If I won the lottery, I'd buy a house in Oxford, the town I grew up in, and I would throw myself fully into my writing. If it was a big enough lottery, I'd move a bunch of friends with young families down there with us, so all of our kids would know the town as their home. It's a pretty simple dream, as dreams go. Idyllic, maybe.
I was telling a friend recently that there are two times when driving that I can feel my soul lighten: 1) driving eastbound across the Chesapeake Bay Bridge, and 2) slowing down to 25 mph as you come into Oxford and looking up Town Creek as you round the causeway. These are moments when I truly know I am home.
I've been working in Washington, D.C., for close to four years now, with a summer sabbatical thrown in this year. Prior to my across the pond commute, I worked for 10-plus years for two non-profit organizations that were big parts of the Eastern Shore community. My job kept me dialed in, whereas the past four years have kept me tuned out. Though I live here, our girls go to school and play youth sports here, I haven't felt connected.
That's why I can't thank Eastern Shore Savvy enough. The two articles I write for them each month have helped me reconnect. I've caught up with an iconic high school teacher; dug into the history of the church I grew up in; and explored the tradition of Oxford's Town Creek Christmas lights. Here's a working list of the people and places I've written about.
These are stories I probably wouldn't have written. They don't really fit into the local paper, and working full-time in DC, I'm not about to go shopping story ideas around. And with every interview, rekindling connections with people and places, I feel more a part of what's going on around me. I'm exploring things I'm curious about and maybe telling stories that wouldn't be told otherwise.
I'm feeling more rooted. And more like a storyteller. Amen.
Thursday, December 12, 2013
I wake up between 4:00 and 4:30 a.m. I make coffee. I light the Christmas Tree. And after my first sip of caffeinated salvation, I sit down with Thomas Pynchon's "Mason & Dixon." Generally a chapter a morning. Each one is roughly between five and 12 pages. I've just past the 300 page mark. Come evening, I grab for Kevin Barry's "Dark Lies the Island," as my brain isn't suited for Pynchon at the end of the day (the link is to The Millions interview with Kevin Barry, which is one of the great writer interviews you will ever read. We will discuss another time).
A friend recently professed his preference for Raymond Chandler over Pynchon. I understand. I dig them both, though I'm no expert. I've read Chandler's "The Big Sleep" and this is my first Pynchon. But the two certainly set about their business differently.
Reading Pynchon is going off road. You aren't following a paved road, a well-maintained trail, or even a backwoods singletrack. He's leading you through the wilderness, into Terra Incognita. That is likely part of the point with "Mason & Dixon," where the riff is man's drawing of boundaries, of trying to record, chart, make sense of the wider world, the stars, the universe. The book and my mind both wander. I like wandering.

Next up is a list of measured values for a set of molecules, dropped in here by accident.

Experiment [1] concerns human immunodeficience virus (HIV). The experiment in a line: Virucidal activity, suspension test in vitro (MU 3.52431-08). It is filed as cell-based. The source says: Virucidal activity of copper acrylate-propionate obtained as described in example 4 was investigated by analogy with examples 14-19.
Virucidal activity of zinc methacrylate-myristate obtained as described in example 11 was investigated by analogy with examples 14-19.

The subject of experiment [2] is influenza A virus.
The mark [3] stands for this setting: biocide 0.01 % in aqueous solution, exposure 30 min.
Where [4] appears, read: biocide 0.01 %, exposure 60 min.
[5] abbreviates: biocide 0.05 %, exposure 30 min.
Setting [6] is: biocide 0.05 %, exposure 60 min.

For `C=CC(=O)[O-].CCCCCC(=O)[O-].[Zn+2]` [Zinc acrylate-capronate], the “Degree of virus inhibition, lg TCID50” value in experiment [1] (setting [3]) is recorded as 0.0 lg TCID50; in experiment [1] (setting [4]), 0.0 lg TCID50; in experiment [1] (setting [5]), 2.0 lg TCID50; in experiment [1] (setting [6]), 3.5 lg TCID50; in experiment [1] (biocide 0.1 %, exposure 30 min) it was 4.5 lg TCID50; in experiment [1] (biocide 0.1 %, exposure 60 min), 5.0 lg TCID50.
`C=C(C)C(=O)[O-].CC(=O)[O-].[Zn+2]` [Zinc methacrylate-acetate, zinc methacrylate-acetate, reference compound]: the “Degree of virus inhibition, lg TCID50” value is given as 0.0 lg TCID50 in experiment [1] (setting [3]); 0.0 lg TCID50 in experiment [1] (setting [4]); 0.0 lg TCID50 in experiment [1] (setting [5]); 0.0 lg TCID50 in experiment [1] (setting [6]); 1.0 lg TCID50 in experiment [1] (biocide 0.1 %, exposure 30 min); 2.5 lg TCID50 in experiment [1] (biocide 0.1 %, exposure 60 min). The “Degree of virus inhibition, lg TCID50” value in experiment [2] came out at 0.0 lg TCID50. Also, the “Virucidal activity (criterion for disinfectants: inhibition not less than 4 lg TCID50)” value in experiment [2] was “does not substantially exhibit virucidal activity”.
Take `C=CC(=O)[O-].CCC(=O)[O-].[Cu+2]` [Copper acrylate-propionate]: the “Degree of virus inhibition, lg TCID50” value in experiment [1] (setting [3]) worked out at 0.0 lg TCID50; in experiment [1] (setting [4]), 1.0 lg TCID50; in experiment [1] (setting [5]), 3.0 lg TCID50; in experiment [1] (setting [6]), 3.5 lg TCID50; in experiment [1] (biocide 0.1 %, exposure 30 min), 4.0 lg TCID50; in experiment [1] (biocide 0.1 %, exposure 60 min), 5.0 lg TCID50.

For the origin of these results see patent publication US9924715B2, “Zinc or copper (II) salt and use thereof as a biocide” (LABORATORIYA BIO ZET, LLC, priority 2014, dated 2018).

Raymond Chandler is a man at home with a pipe. His plots and characters drive his stories. He elevated the detective story to literary status. I flew through "The Big Sleep." Chandler gives his readers a map. Or at least hints at a map. Reading Chandler is an adventure, albeit a different sort from reading Pynchon. That's not to say that Chandler is formulaic, he is brilliant. And I can't get enough his notion about technique vs. ideas, "The moment a man begins to talk about technique, that's proof that he is fresh out of ideas." His letters read like essays.
At present, I am wandering America in the 1700s with Pynchon, Mason and Dixon. I've got Chandler's "The Long Goodbye" on my list of next books to read. There is time in the mind for off road adventures and grand prix.
Wednesday, December 4, 2013
What if your life to this point was all prelude to what you will be remembered for? What if all your lived experiences to date were destined to wind up as footnotes in your autobiography?
That's where my head is through 250-plus pages of Thomas Pynchon's "Mason & Dixon," as the surveyors/astronomers are almost sunk at sea, chased by lustful women around Cape Town, and as Charles Mason is visited by a ghost in James Town, St. Helena. This is my first Pynchon novel. It's written in 18th century language, it's Pynchon and I'm frequently confused as to what's going on. I touch base with a solid set of reading notes after finishing a chapter. And they've got a whole Mason & Dixon Wiki to help lost literary surveyors like me.
But as I'm feeling abandoned or bewildered, Pynchon casts a fly into the deep water and I take the hook. Flies like, "a part of the Soul that doesn't depend on Memories, that lies further than Memories." Or "I owe my Existence to a pair of Shoes." Or:
"The Pilgrim, however long or crooked his Road, may keep ever before him the Holy Place he must by his Faith seek, as the American Ranger, however indeterminate or unposted his Wilderness, may enjoy, ever at his Back, the Impulse of Duty he must, by his Honor, attend."
And one more, "a People who liv'd in quite another relation to Time,-- one that did not, like our own, hold at its heart the terror of Time's passage,-- far more preferably, Indifference to it, pure and transparent as possible." A people who lived among and through us, in a different version of time. And they were pygmies, of course.
Flights of imagination and language. That's Pynchon's hook that brings me to the surface and keeps me reading. Talking dogs, time-floating pygmies, secret societies and ley lines are all bait. And the friendship between Mason and Jeremiah Dixon, whose names I have known since I was little, only because Maryland's border bears their name.
History felt flat to me in school: learning about people whose lives were distant from us, didn't relate to us, weren't like us. Then you start to read history books by Joseph Ellis or David McCullough or Howard Zinn, and you recognize that historical figures, in their own time and lives, woke up with worries and quirks and passions just the same as any of us. History was not predetermined. It was based on people's choices, commitment, mistakes, dumb luck, love.
I picture Pynchon sitting at a desk with charts, maps and notes in front of him, surveying the time, the lives, the interior motivations and hang ups of Mason and Dixon. And I want to know more. I want to know where Pynchon's imagination goes, where Mason and Dixon go--where fantasy meets history.
Part I of the novel, "Latitudes and Departures" is in the rear view mirror now. Part II, "America" lies ahead.